The Potential Impact of MEMS on Next-Generation Wireless
Louis Ross (Global Emerging Technology Institute)
Eventually, technical problems haunting the introduction of unprecedented advances in mobile wireless services and related technology will be overcome. Research and the commercialization of solutions for the reduction of the number of components used in a cell phone, the integration of these components into fewer components, and the problem with developing a reliable, long-lasting power source is picking up pace.
The use of MEMS (micro-electrical mechanical systems) is increasing in a number of key growth areas related to the wireless area. The technology has been around for some time, however, like the delays experienced in developing a solid market for integrated circuits, it has been difficult to develop a platform technology capable of building the mass necessary to move it beyond its current role as an enabling, as opposed to full-fledged disruptive, technology.
The MEMS market includes a large number of niche areas, those major sections relating to the above include information technology (data storage), telecommunications (optical devices for all optical networks) and, as mentioned, wireless applications enabling performance enhancement of existing and future wireless transceivers for example. The latter is expected to continue to grow at anywhere from about 30% to 40% per year. One of the largest markets for MEMS is for medical and biomedical applications (drug delivery systems and monitoring; micro-fluidic devices for pharmaceutical testing). These application may also incorporate a wireless component in the future. For example, a micro-fluidic device incorporating wireless communications functionality.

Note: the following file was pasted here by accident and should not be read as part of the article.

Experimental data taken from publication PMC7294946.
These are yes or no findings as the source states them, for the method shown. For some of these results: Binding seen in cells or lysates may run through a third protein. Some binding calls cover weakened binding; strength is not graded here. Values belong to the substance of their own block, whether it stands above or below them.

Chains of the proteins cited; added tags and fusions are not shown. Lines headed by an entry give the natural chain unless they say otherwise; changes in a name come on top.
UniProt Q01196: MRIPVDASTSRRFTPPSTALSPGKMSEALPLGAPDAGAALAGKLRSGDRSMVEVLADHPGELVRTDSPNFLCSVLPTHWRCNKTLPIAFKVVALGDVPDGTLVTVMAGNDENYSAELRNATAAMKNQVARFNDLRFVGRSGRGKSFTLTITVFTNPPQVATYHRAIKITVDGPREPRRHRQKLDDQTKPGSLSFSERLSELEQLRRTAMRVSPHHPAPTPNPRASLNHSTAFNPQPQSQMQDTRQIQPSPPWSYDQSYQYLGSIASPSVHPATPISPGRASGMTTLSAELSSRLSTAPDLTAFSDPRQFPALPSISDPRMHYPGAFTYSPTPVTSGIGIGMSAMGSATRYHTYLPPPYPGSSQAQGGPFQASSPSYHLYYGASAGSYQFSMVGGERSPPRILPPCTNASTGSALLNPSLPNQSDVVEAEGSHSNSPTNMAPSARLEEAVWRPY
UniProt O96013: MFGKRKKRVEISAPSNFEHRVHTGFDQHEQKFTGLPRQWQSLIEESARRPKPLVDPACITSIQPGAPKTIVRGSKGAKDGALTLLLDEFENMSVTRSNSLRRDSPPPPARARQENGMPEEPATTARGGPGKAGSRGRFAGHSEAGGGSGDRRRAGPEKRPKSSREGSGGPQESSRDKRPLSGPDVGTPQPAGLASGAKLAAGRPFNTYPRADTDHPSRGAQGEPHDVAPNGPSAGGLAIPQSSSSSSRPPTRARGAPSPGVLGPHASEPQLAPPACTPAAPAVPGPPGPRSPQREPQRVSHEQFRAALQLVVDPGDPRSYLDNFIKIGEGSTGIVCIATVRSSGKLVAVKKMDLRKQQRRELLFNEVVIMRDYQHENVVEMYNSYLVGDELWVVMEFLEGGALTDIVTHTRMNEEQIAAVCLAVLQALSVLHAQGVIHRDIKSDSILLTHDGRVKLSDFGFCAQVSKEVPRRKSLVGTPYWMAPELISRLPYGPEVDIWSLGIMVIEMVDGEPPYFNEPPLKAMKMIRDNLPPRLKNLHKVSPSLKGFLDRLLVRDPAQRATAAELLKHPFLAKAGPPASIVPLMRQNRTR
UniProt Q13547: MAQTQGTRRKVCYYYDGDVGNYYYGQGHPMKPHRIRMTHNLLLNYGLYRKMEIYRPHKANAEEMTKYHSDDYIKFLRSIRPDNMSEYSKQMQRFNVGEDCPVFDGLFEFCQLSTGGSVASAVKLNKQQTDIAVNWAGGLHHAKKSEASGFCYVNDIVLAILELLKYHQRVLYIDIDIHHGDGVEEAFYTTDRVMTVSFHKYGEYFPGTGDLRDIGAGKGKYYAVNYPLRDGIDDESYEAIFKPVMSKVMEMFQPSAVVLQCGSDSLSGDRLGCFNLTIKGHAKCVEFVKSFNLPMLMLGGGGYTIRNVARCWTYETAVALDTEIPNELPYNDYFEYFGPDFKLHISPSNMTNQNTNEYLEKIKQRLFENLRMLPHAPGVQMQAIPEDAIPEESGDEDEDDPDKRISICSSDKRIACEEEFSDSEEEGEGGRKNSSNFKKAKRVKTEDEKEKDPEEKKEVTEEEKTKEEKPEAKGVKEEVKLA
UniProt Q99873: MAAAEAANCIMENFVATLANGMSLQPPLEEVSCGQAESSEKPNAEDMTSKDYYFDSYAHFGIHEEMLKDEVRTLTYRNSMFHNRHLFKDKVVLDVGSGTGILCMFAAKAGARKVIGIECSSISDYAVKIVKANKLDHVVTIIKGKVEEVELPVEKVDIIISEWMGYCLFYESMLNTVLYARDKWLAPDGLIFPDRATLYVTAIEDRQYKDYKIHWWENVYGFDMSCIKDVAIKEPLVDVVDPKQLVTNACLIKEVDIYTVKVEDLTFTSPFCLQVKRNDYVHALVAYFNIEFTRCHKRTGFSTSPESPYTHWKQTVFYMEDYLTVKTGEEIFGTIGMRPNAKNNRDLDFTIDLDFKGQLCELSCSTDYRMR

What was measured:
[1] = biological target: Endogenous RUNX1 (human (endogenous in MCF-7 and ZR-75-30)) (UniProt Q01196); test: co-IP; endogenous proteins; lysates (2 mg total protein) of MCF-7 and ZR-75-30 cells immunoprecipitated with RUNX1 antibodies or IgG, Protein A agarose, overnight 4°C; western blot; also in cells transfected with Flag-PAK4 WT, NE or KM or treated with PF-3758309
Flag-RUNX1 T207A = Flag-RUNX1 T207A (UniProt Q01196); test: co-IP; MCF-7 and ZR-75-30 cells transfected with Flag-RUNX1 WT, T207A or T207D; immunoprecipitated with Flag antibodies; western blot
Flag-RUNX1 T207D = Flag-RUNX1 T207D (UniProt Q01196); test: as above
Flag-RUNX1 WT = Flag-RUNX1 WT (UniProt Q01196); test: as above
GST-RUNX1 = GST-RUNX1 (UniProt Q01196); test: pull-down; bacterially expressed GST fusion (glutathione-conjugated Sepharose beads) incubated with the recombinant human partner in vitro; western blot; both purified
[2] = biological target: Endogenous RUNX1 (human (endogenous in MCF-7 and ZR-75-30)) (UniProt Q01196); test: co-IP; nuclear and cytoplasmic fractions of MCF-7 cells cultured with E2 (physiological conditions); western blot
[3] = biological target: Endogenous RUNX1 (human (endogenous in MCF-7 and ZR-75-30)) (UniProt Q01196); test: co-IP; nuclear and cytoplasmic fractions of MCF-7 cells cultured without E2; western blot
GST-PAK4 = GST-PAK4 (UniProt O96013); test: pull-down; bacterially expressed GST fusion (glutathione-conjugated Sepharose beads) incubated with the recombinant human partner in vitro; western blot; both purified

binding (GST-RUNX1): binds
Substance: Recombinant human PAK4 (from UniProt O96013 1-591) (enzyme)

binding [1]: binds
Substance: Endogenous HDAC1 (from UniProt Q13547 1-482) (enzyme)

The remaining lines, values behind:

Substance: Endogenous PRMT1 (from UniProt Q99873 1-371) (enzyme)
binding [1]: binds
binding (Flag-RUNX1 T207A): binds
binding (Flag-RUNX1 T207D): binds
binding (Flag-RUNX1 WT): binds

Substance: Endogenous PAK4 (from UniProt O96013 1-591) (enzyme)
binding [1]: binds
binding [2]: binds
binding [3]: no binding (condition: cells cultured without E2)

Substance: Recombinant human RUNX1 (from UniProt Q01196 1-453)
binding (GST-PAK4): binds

3G and beyond mobile wireless handsets demand a lot more functionality out of the same sized cell phones and PDAs (with cellular capability) that are currently in the market. The size of key components on the inside must be reduced and functionality and reliability must be enhanced. MEMS can significantly enhance such things as voice quality, which leads to less of a drain on battery power. Research and development into the application of micro-fabricated components and materials for generating power and unprecedented performance is critical in pushing the hardware to the point where it can effectively run on high-speed mobile networks and house the applications which generate revenue.